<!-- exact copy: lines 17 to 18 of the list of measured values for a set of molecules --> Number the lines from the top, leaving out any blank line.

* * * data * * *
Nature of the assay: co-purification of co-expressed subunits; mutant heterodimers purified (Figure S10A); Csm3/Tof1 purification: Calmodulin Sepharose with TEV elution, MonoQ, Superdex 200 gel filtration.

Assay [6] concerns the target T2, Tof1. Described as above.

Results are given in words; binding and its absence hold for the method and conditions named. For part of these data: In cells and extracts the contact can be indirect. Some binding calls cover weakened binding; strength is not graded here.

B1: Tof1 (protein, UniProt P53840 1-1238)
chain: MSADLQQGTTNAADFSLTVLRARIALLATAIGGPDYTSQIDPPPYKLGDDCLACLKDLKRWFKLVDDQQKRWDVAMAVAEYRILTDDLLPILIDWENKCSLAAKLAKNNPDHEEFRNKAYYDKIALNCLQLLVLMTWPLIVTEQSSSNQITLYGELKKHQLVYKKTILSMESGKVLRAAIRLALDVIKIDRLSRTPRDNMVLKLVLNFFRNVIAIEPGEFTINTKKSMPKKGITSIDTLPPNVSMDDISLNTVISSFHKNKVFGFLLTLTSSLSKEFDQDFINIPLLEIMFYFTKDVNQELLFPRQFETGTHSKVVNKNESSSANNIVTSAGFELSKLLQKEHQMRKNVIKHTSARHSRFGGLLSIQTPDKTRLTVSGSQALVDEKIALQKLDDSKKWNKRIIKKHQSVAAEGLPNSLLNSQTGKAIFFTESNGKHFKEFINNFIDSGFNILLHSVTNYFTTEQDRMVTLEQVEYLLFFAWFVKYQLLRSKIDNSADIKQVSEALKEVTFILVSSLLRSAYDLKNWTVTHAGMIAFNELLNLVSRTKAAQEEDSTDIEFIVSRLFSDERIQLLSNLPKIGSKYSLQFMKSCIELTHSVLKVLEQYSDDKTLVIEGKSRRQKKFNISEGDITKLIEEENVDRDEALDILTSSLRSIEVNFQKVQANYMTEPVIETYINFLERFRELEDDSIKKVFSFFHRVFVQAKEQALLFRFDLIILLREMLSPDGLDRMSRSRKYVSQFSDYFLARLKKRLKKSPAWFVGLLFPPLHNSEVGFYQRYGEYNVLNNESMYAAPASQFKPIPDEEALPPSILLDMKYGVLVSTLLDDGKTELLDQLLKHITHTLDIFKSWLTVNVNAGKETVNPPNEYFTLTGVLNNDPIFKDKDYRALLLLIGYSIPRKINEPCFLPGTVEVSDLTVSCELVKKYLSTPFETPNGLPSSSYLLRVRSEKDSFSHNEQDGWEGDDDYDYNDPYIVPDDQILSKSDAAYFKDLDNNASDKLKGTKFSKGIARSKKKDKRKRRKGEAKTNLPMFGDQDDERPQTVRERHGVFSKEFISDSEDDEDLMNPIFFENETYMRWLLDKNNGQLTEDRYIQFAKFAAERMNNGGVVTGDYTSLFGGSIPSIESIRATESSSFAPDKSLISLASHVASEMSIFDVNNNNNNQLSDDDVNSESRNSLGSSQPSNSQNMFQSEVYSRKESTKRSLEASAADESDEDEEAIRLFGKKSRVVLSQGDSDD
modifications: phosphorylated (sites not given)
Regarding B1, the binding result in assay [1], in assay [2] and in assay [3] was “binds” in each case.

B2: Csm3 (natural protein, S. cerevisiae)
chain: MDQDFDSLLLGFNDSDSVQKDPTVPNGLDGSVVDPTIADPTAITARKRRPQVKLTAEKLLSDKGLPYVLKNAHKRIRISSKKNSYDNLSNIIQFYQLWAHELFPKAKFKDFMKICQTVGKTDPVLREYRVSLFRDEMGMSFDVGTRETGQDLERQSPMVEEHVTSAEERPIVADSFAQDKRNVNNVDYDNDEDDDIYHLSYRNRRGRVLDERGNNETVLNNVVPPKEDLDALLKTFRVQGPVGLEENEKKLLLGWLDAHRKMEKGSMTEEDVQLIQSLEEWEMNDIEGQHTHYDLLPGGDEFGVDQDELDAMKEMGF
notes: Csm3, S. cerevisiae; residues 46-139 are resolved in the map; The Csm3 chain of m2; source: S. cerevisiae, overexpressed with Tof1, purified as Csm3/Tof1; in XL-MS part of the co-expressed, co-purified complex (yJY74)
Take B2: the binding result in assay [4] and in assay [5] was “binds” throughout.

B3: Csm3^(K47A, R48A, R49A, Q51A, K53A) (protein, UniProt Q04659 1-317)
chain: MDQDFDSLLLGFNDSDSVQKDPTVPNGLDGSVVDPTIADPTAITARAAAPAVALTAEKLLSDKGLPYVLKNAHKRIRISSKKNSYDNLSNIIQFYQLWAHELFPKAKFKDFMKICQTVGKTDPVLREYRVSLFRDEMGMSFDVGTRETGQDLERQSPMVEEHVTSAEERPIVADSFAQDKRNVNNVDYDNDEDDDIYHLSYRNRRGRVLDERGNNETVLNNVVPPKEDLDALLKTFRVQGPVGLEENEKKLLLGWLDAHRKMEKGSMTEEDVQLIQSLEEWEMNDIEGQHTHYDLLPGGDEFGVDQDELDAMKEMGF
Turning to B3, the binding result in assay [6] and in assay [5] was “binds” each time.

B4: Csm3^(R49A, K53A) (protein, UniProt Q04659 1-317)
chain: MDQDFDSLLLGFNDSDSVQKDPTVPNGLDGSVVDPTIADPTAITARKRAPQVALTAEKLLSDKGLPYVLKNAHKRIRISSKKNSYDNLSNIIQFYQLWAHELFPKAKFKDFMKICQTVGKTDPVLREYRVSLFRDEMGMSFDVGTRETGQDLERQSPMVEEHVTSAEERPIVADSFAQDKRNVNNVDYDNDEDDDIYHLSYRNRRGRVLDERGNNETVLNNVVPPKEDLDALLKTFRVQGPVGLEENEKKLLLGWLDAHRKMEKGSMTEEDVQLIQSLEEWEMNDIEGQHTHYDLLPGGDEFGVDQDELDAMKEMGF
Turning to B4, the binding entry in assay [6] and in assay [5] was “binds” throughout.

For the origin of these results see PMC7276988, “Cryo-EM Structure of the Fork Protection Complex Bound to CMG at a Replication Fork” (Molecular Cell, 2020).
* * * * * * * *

Turning to B4, the binding entry in assay [6] and in assay [5] was “binds” throughout.

For the origin of these results see PMC7276988, “Cryo-EM Structure of the Fork Protection Complex Bound to CMG at a Replication Fork” (Molecular Cell, 2020).